Game Reviews

Alphadia Genesis

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Alphadia Genesis
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| Alphadia Genesis

Alphadia Genesis likes to take the long way round. It meanders through dull exposition and pointless character development, drivelling on with endless chattering dialogue scenes that make you wish its spiky haired protagonists would get their glib faces trapped in blenders.

It's a game that's so desperate to make you care about its bland characters that it doesn't so much unfurl their backstories as ram them down your throat, forcing you to choke down each and every banal detail in a depressing attempt to pad out yet another JRPG clone.

And this time it's all about clones. "Clones are bad. Or are clones bad? I was a clone once. Were you? Yes, I was, it was that Tuesday when we had that cup of tea with that nice lady down the road. Oh yes, I remember."

And then you're screaming at the game to shut up so you can go and fight some identikit jello monsters rather than read this insufferable waffle.

Stop talking

The main character of the piece is a dullard named Fray. He has two swords, a red jerkin, and is nice to everyone. He's joined in a quest to solve a clone-based murder mystery by a band of generic RPG archetypes stripped directly from the cartridges of your most beloved SNES games.

There's the little girl who's smart but not that strong! The surly one who doesn't like the others but eventually changes his mind! The girl one with impractical metallic clothing who always stands like she's holding in a fart!

Once your band of characters is formed you wander around a flat and meaningless world having explanations for things tossed at you by skittish sprites, opening chests, and battling all manner of unimpressive creatures.

Battle in the next dimension

At least those battles prove a salve for the annoying talky bits. The big draw this time is that they're in 3D. But they could quite easily be in 2D, for all the difference that extra D makes. Instead of watching sprites sort of bob around, you're watching multi-polygonal models sort of bob around.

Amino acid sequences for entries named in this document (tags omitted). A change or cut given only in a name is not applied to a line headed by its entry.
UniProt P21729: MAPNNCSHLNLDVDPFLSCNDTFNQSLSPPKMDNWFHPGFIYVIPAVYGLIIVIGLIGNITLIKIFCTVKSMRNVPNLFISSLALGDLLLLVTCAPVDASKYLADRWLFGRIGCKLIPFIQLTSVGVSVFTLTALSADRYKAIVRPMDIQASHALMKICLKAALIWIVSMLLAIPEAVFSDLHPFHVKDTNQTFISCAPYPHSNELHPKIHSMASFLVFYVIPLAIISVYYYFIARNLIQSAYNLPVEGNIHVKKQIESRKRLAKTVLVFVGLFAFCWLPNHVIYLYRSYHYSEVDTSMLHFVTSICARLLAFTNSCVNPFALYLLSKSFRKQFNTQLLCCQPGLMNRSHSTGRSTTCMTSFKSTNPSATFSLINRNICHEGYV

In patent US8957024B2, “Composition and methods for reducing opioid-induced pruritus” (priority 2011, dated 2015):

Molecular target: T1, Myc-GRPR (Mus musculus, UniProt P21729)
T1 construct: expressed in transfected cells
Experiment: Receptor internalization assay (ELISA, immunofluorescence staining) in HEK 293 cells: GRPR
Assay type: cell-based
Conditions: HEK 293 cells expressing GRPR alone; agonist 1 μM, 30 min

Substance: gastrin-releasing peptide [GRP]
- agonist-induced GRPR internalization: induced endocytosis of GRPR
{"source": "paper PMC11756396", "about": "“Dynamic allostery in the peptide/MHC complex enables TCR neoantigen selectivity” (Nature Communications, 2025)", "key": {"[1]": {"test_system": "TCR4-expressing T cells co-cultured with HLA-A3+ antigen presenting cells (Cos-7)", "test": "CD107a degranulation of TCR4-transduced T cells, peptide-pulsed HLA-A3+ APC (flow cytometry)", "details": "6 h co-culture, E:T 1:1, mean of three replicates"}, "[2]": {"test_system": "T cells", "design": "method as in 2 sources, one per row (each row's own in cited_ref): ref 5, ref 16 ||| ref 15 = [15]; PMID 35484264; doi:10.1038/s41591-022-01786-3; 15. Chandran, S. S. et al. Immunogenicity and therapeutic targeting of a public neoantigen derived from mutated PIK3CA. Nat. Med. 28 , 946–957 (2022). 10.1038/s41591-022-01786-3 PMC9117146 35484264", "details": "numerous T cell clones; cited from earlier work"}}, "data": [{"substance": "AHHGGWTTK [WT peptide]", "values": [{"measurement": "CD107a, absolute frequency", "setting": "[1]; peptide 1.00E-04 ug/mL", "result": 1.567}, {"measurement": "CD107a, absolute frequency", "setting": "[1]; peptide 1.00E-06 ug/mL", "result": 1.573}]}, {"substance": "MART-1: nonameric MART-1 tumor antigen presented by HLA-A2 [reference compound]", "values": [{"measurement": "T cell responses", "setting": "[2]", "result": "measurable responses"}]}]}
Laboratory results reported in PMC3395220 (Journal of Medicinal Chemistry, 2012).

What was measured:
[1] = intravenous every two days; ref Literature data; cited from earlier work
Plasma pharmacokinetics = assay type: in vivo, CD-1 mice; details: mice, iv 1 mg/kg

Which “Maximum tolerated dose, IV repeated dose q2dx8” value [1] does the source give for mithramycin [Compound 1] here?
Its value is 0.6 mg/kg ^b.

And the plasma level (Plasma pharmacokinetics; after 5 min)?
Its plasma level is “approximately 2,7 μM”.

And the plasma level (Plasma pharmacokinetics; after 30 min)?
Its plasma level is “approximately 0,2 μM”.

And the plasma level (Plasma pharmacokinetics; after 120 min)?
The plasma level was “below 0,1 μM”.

There are some interesting additions to the battle system, though. Including an intriguing aid system that lets you utilise the skills of members of your party who are off-screen. You can combo together attacks, and use spells that are otherwise impossible.

That the battle system has so much depth makes the rest of the game that much harder to bear. Your wanderings are either controlled by an inadequate tap-to-move system or a slightly less inadequate joypad.

Neither of these methods will make you oblivious to the fact that you're stumbling through the same retro-looking world you've stumbled through in about a thousand other Kemco titles.

And then the characters will start talking again and you'll have to tap through a swathe of utter nonsense, slowly losing any of the remaining thrill left over from the slick and polished battle system.

Faded

Kemco has been flogging this horse carcass for a good long while now, churning out lump after lump of stodgy JRPG filler. With Alphadia Genesis the studio finally appears to have reached the limit of its storytelling ability.

It's a shame, because there are enough interesting bits of gameplay here that sometimes you forget about the sub-par soap opera that's going to kick back in when you've finished slaughtering these globs of slime.

But then it does kick back in, and all you can think about is stomping over and over on the big-eyed mugs of the morons doing all the chattering.

Alphadia Genesis

An inescapably bland game that feels padded out to the point of bursting, Alphadia Genesis has a smart battle system and an incredibly dumb everything else
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